July was my second month participating in Blogging Abroad‘s photo challenge (see my June photo roundup here). This month’s theme was #community. Since my pictures and their explanations will really speak for themselves, I’ll stop typing here, hit enter a couple times, and give you what you’re really here for.
This isn’t actually my community, as this photo was taken while visiting a friend in Manzanillo del Mar. Nonetheless, it could easily be a photo from my own community (although I do live in a more urban area with only a handful of dirt roads). Namely because of the brilliantly colored houses, the moto in the foreground, and most importantly, the kids hanging out, posing for my portrait. Street life on my own street is owned by the pela’os, kids, playing.
One of the things I love about my community is that, as a beach town, it has a more diverse range of people with a more diverse range of interests. As a result, we’ve got things like this little gem, tucked away on a side street leading to the boardwalk, which sells great juices and arepas. They’ve also got a shop cat that I once made friends with while working there. Those of you who know me as cat-hater may be shocked by this, but I’ve come to value beloved animals of all species a lot while here.
Ok, I take that back. I don’t really value this one. I value him in the way that my host sister adores him, but I have to say that I could never live with a bird again, at least of this species. It may also just be that living in this country has taught me the value of choosing the noises that I hear, and I would not choose the noise this one makes. Regardless, my original point when sharing this picture is that even outside of my house, birds are beloved precious pets. Especially, for whatever reason, by men. It is not uncommon to see parakeets hanging by the driver on buses. Or in motocarros. And I once walked by a group of about 30 men hanging around a green space in the town plaza with all of their birds in cages hanging from trees in the middle. I still don’t know if this was the bird equivalent of my hoppy hour or like a singing competition or what, but it was something I witnessed.
Mamones have been everywhere in the community lately. I just recently wrote about them, so I’ll just link you to that post instead of making you read about them again.
Schools in my department were on mid-term break (like US schools’ winter break) from Jun 18-Jul 11. This photo was taken from the first day back. All students were required to attend a time of announcements, the agenda for which was: everyone singing the school song; a prayer; and a series of announcements and speeches by the various leaders which covered topics such as dismal grades, school uniform (no orange shoes allowed, fellows caught in this photo), and classroom behavior. We’ll see how the last half of the school year goes after that chat.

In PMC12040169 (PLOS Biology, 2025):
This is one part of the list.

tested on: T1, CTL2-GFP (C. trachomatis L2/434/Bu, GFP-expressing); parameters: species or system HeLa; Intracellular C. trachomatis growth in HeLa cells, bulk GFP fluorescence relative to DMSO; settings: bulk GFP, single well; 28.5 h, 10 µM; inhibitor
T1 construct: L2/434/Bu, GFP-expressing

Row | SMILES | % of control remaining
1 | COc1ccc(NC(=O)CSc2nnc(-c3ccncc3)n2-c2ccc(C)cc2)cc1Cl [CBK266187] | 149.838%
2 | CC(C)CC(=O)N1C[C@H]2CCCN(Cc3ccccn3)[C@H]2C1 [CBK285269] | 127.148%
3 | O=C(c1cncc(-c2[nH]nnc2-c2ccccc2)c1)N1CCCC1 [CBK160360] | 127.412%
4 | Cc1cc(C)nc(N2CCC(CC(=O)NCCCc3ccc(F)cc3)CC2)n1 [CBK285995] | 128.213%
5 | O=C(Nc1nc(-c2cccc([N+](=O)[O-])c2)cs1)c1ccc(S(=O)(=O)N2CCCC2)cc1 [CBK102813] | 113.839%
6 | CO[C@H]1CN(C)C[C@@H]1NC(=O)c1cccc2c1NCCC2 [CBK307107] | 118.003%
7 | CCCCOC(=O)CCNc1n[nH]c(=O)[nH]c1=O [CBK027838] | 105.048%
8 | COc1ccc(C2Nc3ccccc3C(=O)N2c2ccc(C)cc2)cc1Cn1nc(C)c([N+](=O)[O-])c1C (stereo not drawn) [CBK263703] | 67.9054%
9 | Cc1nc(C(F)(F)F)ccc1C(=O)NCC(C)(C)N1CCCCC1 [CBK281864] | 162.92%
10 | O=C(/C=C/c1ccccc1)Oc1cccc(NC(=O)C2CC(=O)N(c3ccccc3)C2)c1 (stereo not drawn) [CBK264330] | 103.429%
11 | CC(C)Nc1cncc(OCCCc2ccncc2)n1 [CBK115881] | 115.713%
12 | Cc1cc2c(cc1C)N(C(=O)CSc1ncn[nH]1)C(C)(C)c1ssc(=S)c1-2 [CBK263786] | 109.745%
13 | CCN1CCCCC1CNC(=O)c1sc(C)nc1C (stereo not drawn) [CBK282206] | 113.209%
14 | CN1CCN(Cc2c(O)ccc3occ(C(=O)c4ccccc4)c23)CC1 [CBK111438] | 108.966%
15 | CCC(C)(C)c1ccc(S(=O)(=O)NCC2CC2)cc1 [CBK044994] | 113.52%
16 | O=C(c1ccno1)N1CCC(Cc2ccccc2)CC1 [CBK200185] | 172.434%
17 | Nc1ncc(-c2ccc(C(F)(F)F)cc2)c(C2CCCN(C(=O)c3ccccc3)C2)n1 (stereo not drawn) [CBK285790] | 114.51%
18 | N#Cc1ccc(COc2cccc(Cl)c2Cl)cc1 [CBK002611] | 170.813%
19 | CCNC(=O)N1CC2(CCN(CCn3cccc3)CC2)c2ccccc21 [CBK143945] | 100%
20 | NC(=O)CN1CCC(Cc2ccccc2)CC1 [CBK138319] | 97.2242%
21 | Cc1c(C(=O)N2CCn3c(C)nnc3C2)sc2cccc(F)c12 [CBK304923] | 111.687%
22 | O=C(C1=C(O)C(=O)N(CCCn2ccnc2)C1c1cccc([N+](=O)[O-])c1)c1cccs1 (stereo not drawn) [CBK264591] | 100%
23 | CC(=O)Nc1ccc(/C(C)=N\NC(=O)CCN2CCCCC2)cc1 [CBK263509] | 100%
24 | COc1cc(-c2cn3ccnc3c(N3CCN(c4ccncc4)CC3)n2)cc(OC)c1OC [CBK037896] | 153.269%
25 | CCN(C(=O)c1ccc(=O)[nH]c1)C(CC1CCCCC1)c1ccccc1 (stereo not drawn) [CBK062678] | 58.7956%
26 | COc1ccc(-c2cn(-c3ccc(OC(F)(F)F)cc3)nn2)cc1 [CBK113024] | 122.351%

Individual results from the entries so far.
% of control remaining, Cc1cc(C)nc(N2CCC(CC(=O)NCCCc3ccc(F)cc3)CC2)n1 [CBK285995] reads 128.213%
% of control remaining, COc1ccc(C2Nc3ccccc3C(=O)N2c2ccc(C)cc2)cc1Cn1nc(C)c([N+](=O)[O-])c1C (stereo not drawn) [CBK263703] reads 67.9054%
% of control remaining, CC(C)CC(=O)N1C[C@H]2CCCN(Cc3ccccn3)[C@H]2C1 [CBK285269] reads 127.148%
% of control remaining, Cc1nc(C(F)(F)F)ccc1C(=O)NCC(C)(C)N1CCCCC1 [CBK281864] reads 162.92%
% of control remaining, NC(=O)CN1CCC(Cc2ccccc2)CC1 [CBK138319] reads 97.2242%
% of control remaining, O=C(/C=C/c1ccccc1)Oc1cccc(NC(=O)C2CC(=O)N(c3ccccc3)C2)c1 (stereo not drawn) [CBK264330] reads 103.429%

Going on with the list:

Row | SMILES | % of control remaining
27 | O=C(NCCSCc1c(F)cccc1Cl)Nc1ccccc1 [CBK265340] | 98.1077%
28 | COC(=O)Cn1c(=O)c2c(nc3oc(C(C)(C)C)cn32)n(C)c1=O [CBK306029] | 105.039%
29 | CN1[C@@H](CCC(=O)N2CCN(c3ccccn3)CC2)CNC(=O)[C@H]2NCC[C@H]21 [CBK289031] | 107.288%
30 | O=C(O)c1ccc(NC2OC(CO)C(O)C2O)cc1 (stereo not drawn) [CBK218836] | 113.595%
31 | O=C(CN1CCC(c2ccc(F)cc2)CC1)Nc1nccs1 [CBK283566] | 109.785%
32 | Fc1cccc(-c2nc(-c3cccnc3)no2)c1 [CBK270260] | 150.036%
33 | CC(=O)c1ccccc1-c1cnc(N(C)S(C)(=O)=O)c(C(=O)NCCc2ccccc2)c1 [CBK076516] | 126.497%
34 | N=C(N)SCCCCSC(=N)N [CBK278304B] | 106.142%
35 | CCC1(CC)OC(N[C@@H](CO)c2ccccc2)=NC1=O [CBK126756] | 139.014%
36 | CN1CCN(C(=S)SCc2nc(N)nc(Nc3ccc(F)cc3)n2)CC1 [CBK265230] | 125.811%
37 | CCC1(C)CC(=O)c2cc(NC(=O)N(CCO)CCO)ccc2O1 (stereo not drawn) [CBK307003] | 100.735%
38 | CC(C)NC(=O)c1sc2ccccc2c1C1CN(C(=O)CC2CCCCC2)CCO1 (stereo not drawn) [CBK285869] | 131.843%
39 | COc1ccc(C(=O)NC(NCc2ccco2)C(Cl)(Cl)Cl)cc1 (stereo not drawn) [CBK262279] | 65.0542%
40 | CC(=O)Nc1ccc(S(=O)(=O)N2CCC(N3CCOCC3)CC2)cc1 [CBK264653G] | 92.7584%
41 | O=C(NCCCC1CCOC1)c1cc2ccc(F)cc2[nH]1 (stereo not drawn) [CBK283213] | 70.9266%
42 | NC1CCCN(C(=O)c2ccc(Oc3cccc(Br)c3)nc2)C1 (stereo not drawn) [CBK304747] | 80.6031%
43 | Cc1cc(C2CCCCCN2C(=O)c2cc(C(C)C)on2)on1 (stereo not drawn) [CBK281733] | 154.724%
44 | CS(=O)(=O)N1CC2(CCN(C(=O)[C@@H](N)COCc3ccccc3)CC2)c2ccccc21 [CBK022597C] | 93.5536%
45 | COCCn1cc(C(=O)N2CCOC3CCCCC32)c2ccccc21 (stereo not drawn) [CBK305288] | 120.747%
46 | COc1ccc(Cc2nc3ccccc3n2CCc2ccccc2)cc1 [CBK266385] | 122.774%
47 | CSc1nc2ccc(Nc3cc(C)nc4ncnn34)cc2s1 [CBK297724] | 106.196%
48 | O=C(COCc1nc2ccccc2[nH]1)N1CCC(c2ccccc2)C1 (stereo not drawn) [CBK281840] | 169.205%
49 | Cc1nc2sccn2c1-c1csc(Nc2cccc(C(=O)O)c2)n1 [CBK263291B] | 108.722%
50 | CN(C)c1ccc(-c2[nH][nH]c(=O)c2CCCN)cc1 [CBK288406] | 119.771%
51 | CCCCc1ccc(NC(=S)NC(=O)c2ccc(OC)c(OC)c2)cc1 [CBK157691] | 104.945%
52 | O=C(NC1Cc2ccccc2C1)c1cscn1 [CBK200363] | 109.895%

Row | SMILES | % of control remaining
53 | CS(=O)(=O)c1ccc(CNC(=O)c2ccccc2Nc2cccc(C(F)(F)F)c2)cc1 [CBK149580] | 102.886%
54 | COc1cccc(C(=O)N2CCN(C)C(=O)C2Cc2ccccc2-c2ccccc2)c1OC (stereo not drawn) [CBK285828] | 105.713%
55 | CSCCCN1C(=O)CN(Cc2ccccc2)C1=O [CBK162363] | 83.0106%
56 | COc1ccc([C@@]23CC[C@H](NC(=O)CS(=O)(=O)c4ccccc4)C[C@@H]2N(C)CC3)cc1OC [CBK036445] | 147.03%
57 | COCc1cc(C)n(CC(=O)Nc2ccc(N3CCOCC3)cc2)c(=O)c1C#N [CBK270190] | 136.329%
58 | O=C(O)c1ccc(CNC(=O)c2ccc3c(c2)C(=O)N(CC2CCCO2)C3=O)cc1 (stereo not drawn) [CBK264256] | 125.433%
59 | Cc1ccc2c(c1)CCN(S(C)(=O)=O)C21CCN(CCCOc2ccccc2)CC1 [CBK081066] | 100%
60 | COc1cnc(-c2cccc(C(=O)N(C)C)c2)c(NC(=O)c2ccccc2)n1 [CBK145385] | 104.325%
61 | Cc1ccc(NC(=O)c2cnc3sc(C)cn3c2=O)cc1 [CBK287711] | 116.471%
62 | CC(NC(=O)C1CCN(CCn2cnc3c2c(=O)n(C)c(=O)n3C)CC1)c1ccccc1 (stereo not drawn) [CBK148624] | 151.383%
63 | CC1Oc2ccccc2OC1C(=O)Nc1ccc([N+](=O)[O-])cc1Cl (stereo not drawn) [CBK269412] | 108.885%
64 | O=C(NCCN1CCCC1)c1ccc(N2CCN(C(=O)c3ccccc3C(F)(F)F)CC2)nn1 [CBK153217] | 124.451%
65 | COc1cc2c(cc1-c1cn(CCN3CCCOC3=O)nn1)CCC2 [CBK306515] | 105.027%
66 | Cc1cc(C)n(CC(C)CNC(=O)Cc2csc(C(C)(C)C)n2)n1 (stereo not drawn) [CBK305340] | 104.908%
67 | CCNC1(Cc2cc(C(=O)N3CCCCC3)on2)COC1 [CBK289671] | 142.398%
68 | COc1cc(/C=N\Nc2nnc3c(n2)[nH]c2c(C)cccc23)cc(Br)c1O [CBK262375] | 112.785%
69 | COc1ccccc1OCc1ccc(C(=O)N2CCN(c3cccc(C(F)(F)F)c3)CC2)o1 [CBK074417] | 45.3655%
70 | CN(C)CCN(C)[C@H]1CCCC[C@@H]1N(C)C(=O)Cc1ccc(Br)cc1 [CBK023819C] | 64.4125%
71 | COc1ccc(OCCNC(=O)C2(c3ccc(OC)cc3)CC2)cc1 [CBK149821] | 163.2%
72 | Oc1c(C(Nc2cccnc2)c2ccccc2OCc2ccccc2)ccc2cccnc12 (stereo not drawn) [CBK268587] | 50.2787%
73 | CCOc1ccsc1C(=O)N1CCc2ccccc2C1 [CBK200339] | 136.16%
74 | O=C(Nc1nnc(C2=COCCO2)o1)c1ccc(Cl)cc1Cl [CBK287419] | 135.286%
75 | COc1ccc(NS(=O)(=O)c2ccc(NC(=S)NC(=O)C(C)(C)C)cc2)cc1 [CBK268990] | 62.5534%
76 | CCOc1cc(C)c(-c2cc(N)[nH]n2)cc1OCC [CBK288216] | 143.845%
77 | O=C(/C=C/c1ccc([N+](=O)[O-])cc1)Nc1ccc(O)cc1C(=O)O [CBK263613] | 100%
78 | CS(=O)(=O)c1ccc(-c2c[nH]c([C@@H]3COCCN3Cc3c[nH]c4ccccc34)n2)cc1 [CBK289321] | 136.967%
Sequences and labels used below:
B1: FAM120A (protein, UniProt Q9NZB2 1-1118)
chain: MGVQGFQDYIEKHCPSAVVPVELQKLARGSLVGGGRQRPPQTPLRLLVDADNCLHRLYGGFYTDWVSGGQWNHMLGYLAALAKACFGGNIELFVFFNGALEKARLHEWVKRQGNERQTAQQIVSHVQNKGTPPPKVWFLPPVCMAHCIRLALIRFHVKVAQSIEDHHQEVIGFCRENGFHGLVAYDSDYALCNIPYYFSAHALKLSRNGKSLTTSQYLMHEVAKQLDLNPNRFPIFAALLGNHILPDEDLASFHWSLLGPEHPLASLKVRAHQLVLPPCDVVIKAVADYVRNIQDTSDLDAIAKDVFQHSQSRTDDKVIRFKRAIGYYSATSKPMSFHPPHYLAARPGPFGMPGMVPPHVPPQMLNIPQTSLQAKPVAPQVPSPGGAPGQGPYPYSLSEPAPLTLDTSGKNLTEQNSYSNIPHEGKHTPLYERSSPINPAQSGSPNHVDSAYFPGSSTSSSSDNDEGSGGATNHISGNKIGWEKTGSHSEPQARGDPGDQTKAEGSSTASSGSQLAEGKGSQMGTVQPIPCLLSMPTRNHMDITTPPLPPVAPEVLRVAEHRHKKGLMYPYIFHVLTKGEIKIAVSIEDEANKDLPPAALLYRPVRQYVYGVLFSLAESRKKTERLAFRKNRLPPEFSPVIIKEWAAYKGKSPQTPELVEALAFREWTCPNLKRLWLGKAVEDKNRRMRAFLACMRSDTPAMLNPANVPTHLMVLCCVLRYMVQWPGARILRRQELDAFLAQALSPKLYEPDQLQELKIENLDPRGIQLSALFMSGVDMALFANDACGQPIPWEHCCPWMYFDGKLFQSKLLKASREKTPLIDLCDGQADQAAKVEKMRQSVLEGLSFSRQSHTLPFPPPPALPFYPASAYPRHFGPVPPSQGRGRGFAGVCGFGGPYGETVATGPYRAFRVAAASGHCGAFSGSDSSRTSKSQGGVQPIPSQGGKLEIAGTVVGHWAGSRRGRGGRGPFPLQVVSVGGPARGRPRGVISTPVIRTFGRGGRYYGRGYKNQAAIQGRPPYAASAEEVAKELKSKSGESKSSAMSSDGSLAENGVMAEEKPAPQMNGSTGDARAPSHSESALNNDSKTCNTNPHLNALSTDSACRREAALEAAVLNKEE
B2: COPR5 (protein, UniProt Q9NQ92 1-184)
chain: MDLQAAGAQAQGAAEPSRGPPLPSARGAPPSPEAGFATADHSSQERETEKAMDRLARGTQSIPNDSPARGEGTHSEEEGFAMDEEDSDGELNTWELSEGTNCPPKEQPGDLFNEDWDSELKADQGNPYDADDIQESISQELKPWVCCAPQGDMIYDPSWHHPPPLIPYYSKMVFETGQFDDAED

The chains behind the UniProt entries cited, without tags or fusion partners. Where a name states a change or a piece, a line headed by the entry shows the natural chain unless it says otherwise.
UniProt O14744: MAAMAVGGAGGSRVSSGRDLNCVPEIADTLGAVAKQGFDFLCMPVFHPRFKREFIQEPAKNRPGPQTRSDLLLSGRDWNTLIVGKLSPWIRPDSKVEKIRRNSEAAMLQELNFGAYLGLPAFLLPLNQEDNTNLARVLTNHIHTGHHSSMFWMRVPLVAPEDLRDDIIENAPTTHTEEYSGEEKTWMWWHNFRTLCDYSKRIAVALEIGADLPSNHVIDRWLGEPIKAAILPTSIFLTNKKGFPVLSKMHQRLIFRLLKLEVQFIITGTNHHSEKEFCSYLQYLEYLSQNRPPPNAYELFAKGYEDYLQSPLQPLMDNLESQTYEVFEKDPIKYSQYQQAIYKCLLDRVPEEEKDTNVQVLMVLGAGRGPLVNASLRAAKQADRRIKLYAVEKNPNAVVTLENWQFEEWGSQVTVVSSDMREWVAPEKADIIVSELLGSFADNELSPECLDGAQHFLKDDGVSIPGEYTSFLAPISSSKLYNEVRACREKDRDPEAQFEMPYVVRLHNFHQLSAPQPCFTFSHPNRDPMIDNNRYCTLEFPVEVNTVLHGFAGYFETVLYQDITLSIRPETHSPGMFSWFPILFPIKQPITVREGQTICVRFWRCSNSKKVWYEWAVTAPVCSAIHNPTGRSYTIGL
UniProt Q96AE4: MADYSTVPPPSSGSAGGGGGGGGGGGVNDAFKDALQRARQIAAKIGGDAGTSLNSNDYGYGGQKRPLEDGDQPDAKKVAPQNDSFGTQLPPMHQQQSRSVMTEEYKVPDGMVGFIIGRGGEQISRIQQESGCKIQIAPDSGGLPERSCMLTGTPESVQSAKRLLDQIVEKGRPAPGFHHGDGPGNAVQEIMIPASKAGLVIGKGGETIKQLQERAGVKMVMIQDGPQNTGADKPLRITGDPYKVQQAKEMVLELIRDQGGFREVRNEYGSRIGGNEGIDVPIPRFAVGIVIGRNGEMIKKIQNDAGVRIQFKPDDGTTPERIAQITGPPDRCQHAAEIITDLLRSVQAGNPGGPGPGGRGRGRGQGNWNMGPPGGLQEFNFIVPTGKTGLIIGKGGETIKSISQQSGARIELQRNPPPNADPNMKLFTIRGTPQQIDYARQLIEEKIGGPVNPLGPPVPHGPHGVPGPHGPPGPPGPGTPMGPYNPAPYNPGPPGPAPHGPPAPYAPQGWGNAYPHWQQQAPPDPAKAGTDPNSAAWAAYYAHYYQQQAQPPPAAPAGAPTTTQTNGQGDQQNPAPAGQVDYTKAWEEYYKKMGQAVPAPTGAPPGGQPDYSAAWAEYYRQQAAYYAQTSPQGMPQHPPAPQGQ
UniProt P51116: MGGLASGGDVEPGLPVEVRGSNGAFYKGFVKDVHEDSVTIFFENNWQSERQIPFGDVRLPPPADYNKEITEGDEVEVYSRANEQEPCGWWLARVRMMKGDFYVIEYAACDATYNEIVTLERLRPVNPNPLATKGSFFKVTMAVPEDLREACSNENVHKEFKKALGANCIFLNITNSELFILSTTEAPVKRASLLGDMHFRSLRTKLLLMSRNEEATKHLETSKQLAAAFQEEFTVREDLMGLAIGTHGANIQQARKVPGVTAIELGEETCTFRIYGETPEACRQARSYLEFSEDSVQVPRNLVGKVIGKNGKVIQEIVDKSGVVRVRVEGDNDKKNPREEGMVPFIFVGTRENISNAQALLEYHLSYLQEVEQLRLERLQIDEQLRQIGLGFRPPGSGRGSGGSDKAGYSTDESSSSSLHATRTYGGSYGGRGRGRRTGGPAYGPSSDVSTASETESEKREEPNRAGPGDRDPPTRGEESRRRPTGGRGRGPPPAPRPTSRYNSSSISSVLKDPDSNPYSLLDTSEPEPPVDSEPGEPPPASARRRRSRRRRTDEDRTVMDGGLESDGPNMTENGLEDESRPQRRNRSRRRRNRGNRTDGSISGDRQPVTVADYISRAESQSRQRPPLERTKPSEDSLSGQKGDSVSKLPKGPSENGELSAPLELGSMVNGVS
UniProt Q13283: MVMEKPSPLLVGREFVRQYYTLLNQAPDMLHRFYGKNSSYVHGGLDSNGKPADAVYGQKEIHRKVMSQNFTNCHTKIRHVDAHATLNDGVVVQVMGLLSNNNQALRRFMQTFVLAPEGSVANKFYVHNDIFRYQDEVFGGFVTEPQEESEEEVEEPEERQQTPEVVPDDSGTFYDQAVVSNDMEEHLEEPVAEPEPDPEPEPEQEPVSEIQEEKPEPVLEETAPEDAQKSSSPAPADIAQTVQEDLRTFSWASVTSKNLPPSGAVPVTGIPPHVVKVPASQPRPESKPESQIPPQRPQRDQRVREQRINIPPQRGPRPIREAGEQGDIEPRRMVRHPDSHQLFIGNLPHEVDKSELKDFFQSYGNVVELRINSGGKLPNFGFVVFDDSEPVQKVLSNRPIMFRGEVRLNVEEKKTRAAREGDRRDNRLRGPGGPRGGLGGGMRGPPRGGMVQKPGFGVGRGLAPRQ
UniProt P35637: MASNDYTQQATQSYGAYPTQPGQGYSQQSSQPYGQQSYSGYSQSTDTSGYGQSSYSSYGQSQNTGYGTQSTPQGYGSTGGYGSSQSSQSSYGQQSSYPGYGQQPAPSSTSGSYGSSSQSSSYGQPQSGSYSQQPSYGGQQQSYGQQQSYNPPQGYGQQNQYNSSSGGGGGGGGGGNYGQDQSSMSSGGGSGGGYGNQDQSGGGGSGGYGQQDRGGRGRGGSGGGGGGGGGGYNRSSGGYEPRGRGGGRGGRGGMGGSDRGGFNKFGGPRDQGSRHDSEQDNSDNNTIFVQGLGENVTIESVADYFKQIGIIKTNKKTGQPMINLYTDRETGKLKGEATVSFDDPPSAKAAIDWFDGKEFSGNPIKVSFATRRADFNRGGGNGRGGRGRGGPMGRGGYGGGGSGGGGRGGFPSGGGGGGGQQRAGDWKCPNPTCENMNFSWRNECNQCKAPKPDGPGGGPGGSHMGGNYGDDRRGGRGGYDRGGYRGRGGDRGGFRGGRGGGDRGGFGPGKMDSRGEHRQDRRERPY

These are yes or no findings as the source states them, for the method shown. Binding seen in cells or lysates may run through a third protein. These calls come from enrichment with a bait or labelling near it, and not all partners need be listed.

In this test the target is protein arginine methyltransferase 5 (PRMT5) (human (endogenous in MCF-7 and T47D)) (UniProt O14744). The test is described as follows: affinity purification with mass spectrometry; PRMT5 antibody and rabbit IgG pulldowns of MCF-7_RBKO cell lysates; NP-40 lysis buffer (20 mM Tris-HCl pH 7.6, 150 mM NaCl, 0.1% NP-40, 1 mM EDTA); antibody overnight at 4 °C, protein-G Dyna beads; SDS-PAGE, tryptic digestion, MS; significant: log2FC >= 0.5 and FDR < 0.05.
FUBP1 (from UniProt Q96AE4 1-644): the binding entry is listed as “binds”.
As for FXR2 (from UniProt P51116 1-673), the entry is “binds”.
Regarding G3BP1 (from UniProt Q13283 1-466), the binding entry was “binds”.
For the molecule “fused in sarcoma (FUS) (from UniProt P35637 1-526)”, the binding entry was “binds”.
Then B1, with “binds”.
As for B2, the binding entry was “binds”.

Every time that I stumble upon beautiful street art on my bike, I am inspired to continue exploring the city streets. Truly, I always find the best images on unexpected side streets. I was using an app for a bit to track my movements to try to actually be able to say at the end of 2 years that I saw every street in town, but the app was a real battery suck.
Half of my neighbors are kids. They are always scattered in various hiding places on the street when I come home, but no one ever tells me what game they’re playing. Also, they don’t bother to hide too carefully, as they will greet me. Or, in the case of these girls, willingly stand up and pose for a photo at my behest.
This is the most visible that my biggest source of culture shock could ever be: the volume of music. Right now I am sitting in my bedroom listening to a podcast, but I can still hear a neighbor’s music. There’s seldom silence when walking down the street here; even when the power’s out, someone’s got a backup battery-powered stereo to keep the music going. What you see here, lit up in neon, is called a pico. These stereo systems were even more popular in my training community. Picos are the source of many people’s pride. I seriously don’t think you can imagine how loud the music is coming from these. I can’t help but grimace and turn my head when walking by them; I don’t know how locals do it. Invariably at any estadero where you find a pico, there is an older gentleman a dozen beers in dancing alone to the salsa blaring out of the stereo.
This is the old muelle, or pier. Really, more than a pier, it was the main port on the coast between 1893-1920s. Then the Barranquilla port was built and, given its proximity to the Magdalena River which provides an easy transport route south into the country, it quickly outgrew the Puerto Colombia port. Nonetheless, my community is named as such for a reason. It was a major port through which most exports left at the time, and masses of immigrants arrived. A train came down the pier into town, where there is a historic station which now serves as the hub for a cultural foundation, and beyond into a Barranquilla suburb. Unfortunately, after the port was shut down in the 30’s due to underuse, it was left uncared for. That combined with climate change that has brought strong winds and waves to the coast deteriorated the pier and now there’s a huge chunk in the middle missing. The departmental government did just sign an agreement that there would be a 2billion peso investment to restore the pier. TBD when that will happen.
Aside from American music (Wiz Khalifa and Rihanna are faves here), Simpons is the biggest evidence I see of America reaching all places. Graffiti of Homer is not hard to find; in almost every English lesson regarding family, the Simpons are the sample family to illustrate the members; and even at the salchipapa joint where my rugby team goes for spaghetti dinner, Simpsons always seems to be on.